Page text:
Hiding instances of SQL Server 2005
One of the nice things about SQL Server 2005 is that it is pretty easy to find what machines have SQL Server installed. If you open up SQL Server Management Studio and browse for servers or browse for instances of SQL Server with some other utility it is pretty easy to find all of the installed instances on your network. Is there any way to not have the name of your SQL Servers broadcasted so other people can't find the server without knowing the name of the server and/or instance name?
In SQL Server 2005 there is an option to allow you to hide an instance of SQL Server, so the name of the instance is not exposed to other machines on your network. By default this option is off, but this can easily be changed using the SQL Server Configuration Manager.
Here are two screen shots using SQL Server Management Studio on the same machine as where the instance of SQL Server is installed. As you can see when looking at the Local Servers as well as the Network Servers all three instances of SQL Server are exposed.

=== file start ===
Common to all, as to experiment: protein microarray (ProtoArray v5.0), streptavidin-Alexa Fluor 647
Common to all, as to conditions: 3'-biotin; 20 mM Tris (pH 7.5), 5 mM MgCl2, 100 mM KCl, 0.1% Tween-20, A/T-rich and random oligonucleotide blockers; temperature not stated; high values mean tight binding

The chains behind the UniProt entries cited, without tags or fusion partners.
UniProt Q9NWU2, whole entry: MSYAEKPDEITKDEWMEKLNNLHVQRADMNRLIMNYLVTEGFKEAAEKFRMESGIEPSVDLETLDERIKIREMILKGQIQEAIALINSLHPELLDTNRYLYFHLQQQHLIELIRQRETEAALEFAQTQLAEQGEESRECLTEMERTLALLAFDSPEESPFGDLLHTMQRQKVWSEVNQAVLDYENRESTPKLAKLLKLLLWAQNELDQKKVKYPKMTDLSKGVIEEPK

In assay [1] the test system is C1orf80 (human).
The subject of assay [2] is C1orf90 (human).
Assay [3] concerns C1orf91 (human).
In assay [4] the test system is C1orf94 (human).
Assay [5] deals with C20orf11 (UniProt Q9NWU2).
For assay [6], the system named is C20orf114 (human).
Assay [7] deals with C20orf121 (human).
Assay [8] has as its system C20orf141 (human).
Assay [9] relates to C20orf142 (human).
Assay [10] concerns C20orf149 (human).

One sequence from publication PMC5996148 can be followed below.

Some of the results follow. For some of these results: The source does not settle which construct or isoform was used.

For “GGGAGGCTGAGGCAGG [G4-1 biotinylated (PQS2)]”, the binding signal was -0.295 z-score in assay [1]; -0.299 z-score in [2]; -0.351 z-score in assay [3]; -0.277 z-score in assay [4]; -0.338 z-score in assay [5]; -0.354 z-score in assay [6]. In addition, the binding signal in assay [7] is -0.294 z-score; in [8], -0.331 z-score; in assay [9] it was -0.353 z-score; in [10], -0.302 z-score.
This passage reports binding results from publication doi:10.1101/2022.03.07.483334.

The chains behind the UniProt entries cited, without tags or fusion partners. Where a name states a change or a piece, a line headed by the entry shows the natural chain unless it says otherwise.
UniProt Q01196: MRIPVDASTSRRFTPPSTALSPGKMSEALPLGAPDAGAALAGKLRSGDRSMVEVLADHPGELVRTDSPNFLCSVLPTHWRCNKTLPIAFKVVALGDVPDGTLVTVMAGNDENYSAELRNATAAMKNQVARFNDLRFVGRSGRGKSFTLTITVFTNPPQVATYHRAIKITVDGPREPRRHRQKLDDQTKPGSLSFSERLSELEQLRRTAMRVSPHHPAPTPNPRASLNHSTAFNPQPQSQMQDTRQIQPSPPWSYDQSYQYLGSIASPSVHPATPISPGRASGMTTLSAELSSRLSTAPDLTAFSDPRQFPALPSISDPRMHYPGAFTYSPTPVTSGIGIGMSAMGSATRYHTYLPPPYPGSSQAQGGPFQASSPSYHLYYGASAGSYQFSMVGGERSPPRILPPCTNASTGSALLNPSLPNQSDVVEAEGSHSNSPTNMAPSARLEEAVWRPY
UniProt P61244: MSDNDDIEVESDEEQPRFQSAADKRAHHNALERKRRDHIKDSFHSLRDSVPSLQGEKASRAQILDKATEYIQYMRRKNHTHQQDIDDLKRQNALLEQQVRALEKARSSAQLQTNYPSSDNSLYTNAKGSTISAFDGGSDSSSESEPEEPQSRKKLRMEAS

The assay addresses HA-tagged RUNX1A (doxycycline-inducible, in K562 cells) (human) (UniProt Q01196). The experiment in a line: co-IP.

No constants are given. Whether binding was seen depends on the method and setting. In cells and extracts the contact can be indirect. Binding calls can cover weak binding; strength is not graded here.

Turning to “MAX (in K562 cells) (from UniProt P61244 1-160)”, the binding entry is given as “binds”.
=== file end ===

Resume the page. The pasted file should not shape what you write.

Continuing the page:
To change this, so we don't expose the name of the SQLEXPRESS instance we need to make a change in SQL Server Configuration Manager. To do this launch SQL Server Configuration Manager and do the following: select the instance of SQL Server, right click and select Properties.
After selecting properties you will get a window similar to the below image. In order to hide the name of the instance just set Hide Instance to "Yes" and click OK or Apply.
After the change is made, you need to restart the instance of SQL Server to not expose the name of the instance. Here are two new screen shots after this has been changed. As you can see the name of the instance is still exposed in the Local Servers list, but not in the Network Servers list. This would be the same if anyone tried to browse from another client machine, they would only see the two instances that are still exposed.
- As you can see this is a pretty easy step to further secure the instances of SQL Server on your network.
- By using both this technique and always using Named Instances of SQL Server you can make the process of finding the machines a bit harder for people to access.
- Take a look at other security related tips on MSSQLTips.com
Last Updated: 2007-03-07
About the author
View all my tips